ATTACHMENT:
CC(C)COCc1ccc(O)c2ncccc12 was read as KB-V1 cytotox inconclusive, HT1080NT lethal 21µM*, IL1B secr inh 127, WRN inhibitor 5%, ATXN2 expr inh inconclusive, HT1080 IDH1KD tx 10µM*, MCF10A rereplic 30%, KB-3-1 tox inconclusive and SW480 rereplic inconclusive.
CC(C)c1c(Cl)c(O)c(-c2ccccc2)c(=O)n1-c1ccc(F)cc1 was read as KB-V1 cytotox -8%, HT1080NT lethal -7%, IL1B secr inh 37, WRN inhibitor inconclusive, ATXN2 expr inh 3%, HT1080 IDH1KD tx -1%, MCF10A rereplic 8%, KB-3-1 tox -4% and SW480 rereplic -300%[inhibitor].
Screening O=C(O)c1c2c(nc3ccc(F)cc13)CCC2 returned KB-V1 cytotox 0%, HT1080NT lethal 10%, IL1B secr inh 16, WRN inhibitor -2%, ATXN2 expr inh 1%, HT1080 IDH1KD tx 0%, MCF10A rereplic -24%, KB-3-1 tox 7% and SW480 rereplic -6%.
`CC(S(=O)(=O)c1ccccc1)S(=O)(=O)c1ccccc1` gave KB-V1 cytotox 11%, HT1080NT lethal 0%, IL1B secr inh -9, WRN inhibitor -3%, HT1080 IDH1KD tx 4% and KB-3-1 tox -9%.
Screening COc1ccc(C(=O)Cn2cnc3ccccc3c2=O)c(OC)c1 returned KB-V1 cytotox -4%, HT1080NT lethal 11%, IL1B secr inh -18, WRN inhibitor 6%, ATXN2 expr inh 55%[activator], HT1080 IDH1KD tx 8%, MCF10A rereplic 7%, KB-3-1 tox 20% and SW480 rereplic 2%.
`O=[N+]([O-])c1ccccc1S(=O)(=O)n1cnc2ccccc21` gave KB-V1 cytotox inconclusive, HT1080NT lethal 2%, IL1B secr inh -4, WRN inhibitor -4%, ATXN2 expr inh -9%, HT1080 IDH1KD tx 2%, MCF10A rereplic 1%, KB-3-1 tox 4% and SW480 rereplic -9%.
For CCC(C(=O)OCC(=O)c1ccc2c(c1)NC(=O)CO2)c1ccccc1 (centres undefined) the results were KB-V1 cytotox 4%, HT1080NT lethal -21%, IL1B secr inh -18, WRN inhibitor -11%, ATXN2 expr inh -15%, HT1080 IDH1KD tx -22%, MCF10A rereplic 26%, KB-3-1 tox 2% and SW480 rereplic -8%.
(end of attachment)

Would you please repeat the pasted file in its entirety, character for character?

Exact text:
CC(C)COCc1ccc(O)c2ncccc12 was read as KB-V1 cytotox inconclusive, HT1080NT lethal 21µM*, IL1B secr inh 127, WRN inhibitor 5%, ATXN2 expr inh inconclusive, HT1080 IDH1KD tx 10µM*, MCF10A rereplic 30%, KB-3-1 tox inconclusive and SW480 rereplic inconclusive.
CC(C)c1c(Cl)c(O)c(-c2ccccc2)c(=O)n1-c1ccc(F)cc1 was read as KB-V1 cytotox -8%, HT1080NT lethal -7%, IL1B secr inh 37, WRN inhibitor inconclusive, ATXN2 expr inh 3%, HT1080 IDH1KD tx -1%, MCF10A rereplic 8%, KB-3-1 tox -4% and SW480 rereplic -300%[inhibitor].
Screening O=C(O)c1c2c(nc3ccc(F)cc13)CCC2 returned KB-V1 cytotox 0%, HT1080NT lethal 10%, IL1B secr inh 16, WRN inhibitor -2%, ATXN2 expr inh 1%, HT1080 IDH1KD tx 0%, MCF10A rereplic -24%, KB-3-1 tox 7% and SW480 rereplic -6%.
`CC(S(=O)(=O)c1ccccc1)S(=O)(=O)c1ccccc1` gave KB-V1 cytotox 11%, HT1080NT lethal 0%, IL1B secr inh -9, WRN inhibitor -3%, HT1080 IDH1KD tx 4% and KB-3-1 tox -9%.
Screening COc1ccc(C(=O)Cn2cnc3ccccc3c2=O)c(OC)c1 returned KB-V1 cytotox -4%, HT1080NT lethal 11%, IL1B secr inh -18, WRN inhibitor 6%, ATXN2 expr inh 55%[activator], HT1080 IDH1KD tx 8%, MCF10A rereplic 7%, KB-3-1 tox 20% and SW480 rereplic 2%.
`O=[N+]([O-])c1ccccc1S(=O)(=O)n1cnc2ccccc21` gave KB-V1 cytotox inconclusive, HT1080NT lethal 2%, IL1B secr inh -4, WRN inhibitor -4%, ATXN2 expr inh -9%, HT1080 IDH1KD tx 2%, MCF10A rereplic 1%, KB-3-1 tox 4% and SW480 rereplic -9%.
For CCC(C(=O)OCC(=O)c1ccc2c(c1)NC(=O)CO2)c1ccccc1 (centres undefined) the results were KB-V1 cytotox 4%, HT1080NT lethal -21%, IL1B secr inh -18, WRN inhibitor -11%, ATXN2 expr inh -15%, HT1080 IDH1KD tx -22%, MCF10A rereplic 26%, KB-3-1 tox 2% and SW480 rereplic -8%.